The Path of Legacy Lenses

Doing a web search for legacy lenses turns up thousands of hits. It would seem there is a wealth of information available for anyone trying to get started using old lenses on digital cameras. Unfortunately appearances are deceiving. As with many topics on the web these days there are a handful of original articles driving thousands of derivatives. Not much choice for all those hits. No judgments but it seems like lots of people are taking the easy way out.

Much of what you do find is either high end rangefinder stuff or examinations of the same dozen or so SLR lenses. There are endless postings comparing old lenses shot wide open against other old lenses. It is the photographic equivalent of discussing the number of angels that will fit on the head of a pin. Maybe legacy lenses are only good for test shots of people with one eye in focus or dreamy over saturated flowers. Do people really shoot that way? I’m not sure about that.

Since getting into mirrorless cameras I’ve played around with legacy lenses a few times. Mostly using Micro Four Thirds cameras and OM mount SLR lenses. None of my cameras made using manual lenses easy. As a result the old lenses stayed in the bag most of the time. Now my interest is once again kindled by the availability of the Sony A7 series cameras.

The decision to use manual focus lenses for at least the next several months is to advance my photography skills. Whenever I find myself in situations that require me operate the camera manually my skills improve. It is amazing what thinking can do for you instead of relying on digital intelligence.

So down the road I go with my half dozen legacy lenses in hand. Only a couple of the lenses are considered by those in the know to be worthy of use for anything other than a doorstop. Being contrary by nature makes me always likely to test conventions. You never know, once in a great while things work out in my favor. Fortunately being a non-professional photographer I can fail without much consequence.

Gear Anxiety Syndrome

Gimme that thing!
Gimme that thing!
You hear people bragging about self professed Gear Acquisition Syndrome all the time in online forums. It seems mostly to be a way for non-photographer photographers to justify new gear purchases. I always thought it was an activity for amateurs but many blogs run by photo professionals seem also to be GAS driven. I guess it happens to some degree to anyone who admires picture taking machines.

My Gear Anxiety Syndrome is closely related in the sense that I have a strong desire to buy new photographic gear. The difference, if there is one, is that I’m selling all my current gear. The act of divestiture is causing a great deal of anxiety. I’m experiencing a sense of loss just knowing that I will be without a dedicated camera for the first time in at least fifteen years. To be stuck with just a mobile phone camera is a cruel fate indeed.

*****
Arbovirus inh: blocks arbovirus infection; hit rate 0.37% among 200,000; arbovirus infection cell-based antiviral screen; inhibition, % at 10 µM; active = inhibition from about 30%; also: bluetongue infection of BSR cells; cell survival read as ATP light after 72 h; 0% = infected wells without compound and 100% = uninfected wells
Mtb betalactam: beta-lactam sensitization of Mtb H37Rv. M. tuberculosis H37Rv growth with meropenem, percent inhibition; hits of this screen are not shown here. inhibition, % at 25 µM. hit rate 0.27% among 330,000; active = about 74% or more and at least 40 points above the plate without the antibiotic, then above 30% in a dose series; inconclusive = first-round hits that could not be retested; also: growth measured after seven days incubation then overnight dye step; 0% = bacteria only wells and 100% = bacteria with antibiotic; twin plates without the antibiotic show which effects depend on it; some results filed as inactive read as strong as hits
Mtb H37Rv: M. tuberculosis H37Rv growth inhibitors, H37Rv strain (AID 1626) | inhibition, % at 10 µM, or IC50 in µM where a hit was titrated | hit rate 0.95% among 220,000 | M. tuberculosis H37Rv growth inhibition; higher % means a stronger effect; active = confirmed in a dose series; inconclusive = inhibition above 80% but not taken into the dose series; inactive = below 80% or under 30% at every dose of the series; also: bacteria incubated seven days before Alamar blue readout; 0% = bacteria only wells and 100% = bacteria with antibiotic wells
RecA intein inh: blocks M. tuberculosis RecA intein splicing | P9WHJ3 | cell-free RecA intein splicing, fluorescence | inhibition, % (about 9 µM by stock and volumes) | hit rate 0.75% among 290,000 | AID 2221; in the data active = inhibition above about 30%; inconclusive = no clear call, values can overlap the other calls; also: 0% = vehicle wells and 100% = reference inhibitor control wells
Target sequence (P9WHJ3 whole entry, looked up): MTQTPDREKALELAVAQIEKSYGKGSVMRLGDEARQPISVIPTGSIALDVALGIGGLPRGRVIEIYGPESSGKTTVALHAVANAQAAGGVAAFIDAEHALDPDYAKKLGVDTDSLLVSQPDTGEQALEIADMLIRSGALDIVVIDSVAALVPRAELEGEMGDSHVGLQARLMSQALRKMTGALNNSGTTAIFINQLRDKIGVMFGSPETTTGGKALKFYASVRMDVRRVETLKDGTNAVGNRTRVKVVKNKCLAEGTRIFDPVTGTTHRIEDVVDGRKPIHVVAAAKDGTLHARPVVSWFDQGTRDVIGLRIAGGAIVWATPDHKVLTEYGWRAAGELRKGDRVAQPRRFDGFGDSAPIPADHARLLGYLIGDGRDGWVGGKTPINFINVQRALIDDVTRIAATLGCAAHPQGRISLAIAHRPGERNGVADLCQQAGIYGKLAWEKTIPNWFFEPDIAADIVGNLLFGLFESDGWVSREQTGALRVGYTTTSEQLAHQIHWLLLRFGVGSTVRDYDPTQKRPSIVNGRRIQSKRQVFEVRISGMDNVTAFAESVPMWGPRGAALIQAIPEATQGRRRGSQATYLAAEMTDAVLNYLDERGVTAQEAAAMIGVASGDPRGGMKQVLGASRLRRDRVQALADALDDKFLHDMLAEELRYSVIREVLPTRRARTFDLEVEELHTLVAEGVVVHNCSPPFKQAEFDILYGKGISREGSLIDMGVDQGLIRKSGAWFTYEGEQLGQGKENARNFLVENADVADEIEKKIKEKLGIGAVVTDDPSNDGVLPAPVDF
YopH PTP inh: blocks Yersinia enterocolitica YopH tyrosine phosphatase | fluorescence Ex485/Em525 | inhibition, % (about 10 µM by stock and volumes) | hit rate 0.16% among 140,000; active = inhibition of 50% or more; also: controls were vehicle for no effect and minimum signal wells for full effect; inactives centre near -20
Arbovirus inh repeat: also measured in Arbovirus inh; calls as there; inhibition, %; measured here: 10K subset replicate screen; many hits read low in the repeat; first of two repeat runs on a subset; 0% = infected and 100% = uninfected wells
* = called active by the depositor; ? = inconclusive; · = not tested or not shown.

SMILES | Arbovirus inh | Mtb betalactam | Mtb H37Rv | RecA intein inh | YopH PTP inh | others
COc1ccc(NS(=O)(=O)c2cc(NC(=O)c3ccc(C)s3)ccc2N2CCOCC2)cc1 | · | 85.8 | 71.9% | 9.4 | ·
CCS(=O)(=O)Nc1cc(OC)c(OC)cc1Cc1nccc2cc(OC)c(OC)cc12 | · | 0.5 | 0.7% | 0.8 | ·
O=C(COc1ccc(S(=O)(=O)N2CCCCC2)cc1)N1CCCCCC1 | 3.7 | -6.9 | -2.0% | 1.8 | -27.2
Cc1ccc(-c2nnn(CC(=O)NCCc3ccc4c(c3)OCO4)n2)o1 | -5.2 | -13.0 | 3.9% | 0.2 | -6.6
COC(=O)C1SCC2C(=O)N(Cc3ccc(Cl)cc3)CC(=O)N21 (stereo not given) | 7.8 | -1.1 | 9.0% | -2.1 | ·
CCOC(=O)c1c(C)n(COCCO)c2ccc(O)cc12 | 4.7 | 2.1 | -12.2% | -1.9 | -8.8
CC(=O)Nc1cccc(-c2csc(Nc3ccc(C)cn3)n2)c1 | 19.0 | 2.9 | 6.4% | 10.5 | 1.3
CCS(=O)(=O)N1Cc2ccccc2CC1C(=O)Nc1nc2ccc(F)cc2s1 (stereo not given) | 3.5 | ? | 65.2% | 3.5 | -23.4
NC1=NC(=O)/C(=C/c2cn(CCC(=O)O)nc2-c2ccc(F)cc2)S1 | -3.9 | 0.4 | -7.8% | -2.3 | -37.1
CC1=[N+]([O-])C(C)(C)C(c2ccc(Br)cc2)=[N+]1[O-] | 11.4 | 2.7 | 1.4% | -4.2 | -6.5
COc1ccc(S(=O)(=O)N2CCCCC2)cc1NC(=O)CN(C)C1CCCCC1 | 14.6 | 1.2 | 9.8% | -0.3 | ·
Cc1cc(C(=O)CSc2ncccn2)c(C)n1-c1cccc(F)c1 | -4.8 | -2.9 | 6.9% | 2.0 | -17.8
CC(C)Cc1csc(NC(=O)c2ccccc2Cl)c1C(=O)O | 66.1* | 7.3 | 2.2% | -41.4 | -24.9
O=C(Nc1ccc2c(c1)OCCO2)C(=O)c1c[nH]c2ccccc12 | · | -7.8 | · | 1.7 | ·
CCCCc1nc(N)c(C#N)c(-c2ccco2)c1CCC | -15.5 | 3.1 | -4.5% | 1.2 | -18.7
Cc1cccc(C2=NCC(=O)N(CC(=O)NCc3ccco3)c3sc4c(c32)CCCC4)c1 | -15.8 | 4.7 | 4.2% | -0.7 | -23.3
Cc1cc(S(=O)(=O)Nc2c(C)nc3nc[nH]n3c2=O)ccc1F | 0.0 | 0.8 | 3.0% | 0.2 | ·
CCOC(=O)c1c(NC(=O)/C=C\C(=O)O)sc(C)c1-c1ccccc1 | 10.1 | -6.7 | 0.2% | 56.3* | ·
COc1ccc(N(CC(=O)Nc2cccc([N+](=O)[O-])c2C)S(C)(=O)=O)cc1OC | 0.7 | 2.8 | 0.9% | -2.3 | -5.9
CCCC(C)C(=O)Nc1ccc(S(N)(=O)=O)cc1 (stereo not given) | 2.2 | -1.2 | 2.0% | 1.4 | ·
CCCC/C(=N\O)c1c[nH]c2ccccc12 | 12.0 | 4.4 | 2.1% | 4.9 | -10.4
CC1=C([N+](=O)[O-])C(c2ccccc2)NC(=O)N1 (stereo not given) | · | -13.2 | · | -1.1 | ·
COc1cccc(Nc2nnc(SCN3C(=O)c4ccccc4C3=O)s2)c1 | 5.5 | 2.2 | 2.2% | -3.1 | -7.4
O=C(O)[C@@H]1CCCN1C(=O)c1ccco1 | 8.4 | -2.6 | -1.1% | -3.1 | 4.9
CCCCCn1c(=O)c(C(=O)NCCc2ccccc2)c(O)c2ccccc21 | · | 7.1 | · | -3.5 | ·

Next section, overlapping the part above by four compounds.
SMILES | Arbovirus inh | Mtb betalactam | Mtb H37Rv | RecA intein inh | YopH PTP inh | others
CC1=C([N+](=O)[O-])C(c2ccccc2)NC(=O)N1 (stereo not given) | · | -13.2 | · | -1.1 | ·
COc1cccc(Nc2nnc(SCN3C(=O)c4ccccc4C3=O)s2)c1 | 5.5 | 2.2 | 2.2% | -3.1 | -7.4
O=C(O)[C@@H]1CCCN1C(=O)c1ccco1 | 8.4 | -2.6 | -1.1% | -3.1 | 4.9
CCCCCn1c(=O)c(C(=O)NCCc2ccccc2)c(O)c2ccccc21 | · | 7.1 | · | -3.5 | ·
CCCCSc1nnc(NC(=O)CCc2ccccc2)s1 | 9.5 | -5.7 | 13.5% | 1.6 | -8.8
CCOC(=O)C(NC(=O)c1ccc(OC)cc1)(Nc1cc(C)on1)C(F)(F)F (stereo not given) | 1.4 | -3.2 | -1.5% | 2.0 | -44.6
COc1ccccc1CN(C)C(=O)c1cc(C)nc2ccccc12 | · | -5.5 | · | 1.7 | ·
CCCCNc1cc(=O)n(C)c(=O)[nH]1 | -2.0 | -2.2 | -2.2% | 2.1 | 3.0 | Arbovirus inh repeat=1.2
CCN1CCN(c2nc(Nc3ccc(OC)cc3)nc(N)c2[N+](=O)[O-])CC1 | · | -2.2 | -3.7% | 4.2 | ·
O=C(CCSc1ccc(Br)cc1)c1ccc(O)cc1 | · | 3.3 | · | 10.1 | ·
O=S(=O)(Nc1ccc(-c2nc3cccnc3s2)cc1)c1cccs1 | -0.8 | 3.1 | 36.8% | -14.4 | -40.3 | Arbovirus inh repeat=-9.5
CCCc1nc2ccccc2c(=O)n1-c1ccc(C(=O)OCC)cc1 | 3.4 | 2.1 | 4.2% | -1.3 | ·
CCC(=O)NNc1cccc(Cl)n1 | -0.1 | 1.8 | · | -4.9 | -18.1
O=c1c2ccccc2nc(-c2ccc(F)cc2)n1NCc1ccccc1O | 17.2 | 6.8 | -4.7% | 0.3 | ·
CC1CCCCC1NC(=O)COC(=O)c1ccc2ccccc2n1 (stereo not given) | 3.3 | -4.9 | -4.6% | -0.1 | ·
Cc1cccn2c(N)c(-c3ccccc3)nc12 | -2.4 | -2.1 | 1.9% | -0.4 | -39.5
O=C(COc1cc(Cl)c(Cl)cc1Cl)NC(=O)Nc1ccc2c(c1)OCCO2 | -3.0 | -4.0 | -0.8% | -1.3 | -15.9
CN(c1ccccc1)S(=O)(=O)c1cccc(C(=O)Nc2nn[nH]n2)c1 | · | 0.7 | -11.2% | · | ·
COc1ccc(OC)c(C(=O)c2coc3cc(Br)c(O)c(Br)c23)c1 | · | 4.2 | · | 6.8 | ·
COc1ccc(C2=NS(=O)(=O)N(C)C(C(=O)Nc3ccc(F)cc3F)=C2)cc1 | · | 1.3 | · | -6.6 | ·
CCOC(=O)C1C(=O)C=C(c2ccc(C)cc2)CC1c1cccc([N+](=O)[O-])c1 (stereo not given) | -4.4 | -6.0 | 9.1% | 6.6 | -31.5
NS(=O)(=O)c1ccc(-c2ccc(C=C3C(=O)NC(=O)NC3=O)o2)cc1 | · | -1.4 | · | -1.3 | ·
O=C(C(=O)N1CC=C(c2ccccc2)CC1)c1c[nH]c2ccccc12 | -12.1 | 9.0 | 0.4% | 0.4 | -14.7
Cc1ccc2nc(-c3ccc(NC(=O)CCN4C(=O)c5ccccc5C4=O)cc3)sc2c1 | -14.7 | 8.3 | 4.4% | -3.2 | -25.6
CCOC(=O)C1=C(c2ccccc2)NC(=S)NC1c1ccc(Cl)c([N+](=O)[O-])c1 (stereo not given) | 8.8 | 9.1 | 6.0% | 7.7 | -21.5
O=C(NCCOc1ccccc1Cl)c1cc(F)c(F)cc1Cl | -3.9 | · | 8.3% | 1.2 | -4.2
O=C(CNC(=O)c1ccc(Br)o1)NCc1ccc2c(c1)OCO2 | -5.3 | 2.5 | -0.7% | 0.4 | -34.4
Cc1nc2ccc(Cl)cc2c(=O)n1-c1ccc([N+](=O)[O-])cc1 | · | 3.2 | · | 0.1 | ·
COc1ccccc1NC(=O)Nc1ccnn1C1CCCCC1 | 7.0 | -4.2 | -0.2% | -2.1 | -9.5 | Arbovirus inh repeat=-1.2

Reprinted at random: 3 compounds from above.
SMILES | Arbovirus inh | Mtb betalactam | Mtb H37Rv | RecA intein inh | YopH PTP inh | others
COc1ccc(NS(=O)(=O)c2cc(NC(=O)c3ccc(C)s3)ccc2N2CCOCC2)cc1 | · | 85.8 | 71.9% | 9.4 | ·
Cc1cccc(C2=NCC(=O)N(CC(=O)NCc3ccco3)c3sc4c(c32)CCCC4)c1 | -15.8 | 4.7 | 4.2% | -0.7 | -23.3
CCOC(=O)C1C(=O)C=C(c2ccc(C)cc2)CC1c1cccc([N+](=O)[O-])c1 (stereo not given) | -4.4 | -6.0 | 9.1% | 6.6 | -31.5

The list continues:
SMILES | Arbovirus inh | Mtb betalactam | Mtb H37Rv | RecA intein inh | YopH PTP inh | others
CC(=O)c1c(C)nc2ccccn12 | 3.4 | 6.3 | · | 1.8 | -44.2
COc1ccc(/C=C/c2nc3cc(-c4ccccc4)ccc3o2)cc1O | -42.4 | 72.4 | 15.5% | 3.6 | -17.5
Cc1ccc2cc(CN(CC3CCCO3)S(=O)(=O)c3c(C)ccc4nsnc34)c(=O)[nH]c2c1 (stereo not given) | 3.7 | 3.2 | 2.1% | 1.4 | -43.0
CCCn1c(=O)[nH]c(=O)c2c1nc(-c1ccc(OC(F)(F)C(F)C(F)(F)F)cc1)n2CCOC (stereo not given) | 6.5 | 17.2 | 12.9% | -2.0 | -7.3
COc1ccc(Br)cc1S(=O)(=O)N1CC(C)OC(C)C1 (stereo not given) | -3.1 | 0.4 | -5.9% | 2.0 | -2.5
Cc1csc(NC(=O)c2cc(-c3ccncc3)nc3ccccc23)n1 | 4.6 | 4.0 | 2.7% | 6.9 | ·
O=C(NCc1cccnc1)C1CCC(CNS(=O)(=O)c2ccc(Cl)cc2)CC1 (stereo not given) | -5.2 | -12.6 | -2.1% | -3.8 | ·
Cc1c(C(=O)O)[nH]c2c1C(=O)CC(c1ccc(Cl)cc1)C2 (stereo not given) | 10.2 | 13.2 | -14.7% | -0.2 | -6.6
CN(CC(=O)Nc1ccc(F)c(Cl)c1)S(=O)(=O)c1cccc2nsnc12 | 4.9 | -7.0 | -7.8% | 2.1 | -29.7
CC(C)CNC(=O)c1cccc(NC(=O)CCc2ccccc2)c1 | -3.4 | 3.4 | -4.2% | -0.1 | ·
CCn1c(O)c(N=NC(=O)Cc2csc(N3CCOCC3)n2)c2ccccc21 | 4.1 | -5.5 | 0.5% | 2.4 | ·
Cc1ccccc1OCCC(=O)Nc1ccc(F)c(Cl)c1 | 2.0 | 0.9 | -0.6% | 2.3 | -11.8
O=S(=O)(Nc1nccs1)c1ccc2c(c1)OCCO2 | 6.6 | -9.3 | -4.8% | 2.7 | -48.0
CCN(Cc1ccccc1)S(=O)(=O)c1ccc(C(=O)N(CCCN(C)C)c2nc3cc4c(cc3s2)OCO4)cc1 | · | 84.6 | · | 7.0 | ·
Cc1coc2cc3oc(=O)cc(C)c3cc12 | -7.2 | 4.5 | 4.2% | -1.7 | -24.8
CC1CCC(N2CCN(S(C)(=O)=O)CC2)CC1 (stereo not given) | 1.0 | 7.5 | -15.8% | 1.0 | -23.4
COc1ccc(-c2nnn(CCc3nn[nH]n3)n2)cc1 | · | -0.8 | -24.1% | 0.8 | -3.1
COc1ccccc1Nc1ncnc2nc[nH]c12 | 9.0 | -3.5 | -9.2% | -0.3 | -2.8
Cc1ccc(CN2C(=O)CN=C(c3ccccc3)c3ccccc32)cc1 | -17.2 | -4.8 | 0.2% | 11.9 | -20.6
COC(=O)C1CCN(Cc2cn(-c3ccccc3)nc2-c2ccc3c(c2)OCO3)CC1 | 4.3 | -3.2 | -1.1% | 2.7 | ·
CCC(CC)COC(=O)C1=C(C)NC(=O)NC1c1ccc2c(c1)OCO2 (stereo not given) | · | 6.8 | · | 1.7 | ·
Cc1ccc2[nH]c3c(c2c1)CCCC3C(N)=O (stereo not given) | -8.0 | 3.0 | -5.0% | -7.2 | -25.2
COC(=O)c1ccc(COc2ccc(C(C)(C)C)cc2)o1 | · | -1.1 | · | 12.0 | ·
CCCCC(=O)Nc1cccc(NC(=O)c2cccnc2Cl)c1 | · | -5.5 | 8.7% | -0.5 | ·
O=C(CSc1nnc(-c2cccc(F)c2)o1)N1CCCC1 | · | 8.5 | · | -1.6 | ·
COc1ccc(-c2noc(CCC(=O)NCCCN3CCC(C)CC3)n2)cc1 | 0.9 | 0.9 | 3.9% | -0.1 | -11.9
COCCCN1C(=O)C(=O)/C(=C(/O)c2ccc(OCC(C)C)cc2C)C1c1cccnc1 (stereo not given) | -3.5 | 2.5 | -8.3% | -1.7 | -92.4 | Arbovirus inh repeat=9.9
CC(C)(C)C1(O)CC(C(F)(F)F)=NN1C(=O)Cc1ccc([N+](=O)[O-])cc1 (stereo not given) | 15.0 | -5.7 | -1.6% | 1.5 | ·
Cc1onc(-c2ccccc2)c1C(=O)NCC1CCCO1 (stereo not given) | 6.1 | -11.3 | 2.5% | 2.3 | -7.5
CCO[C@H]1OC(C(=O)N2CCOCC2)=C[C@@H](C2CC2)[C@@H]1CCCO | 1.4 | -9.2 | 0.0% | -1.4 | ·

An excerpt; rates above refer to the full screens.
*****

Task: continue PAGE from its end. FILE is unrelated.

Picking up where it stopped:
If ever there was an invented marketing driven problem it is the tyranny of excessive choice. Compounding the loss of my old gear is anxiety that I will end up with a new camera system that is less satisfying to own than the one I just got rid of. Last week I was sure that building a Sony full frame system was what I wanted. Now … doubts have started to undermine that decision. There are too many options available. Each with a certain something to make photography more exciting or provide some exotic must have feature. How about huge pixel count wiz bang sensor shift capture? Now that is a feature I’ll use all the time. Not really.

As I consider my options it is clear that I really need several cameras to meet my extensive requirements. I’ve become such a sophisticated non-professional shooter that no single camera can get the job done for me. It is a burden.

If you think long enough about consumer goods you can talk yourself right into a serious mental health issue. I’m buying Sony even if it chaps the pope. You know, he is a hands-on guy. I wonder what he shoots?


Adobe Ruin, Study Butte
Adobe Ruin, Study Butte
Once a gleaming adobe plastered white with tin roof shining in the desert light. It was visible for miles across the valley. In this place such a home was the unmistakable sign of prosperity. Generations of fortunate families lived within the walls on a foundation of stone. They were owners of things.

Across the valley were jacals of more humble families. People as tough as the world they lived in raising generations on faith and hope for the future. They left a mark on the land as deep and enduring as anyone who lived hard against the Rio Bravo. Perhaps they worked for those living in the white house.

Time marks everything as adobe slowly melts back into earth. But even abandoned and neglected the white house maintains dignity in ruin. A hundred years has not been able to erase this home.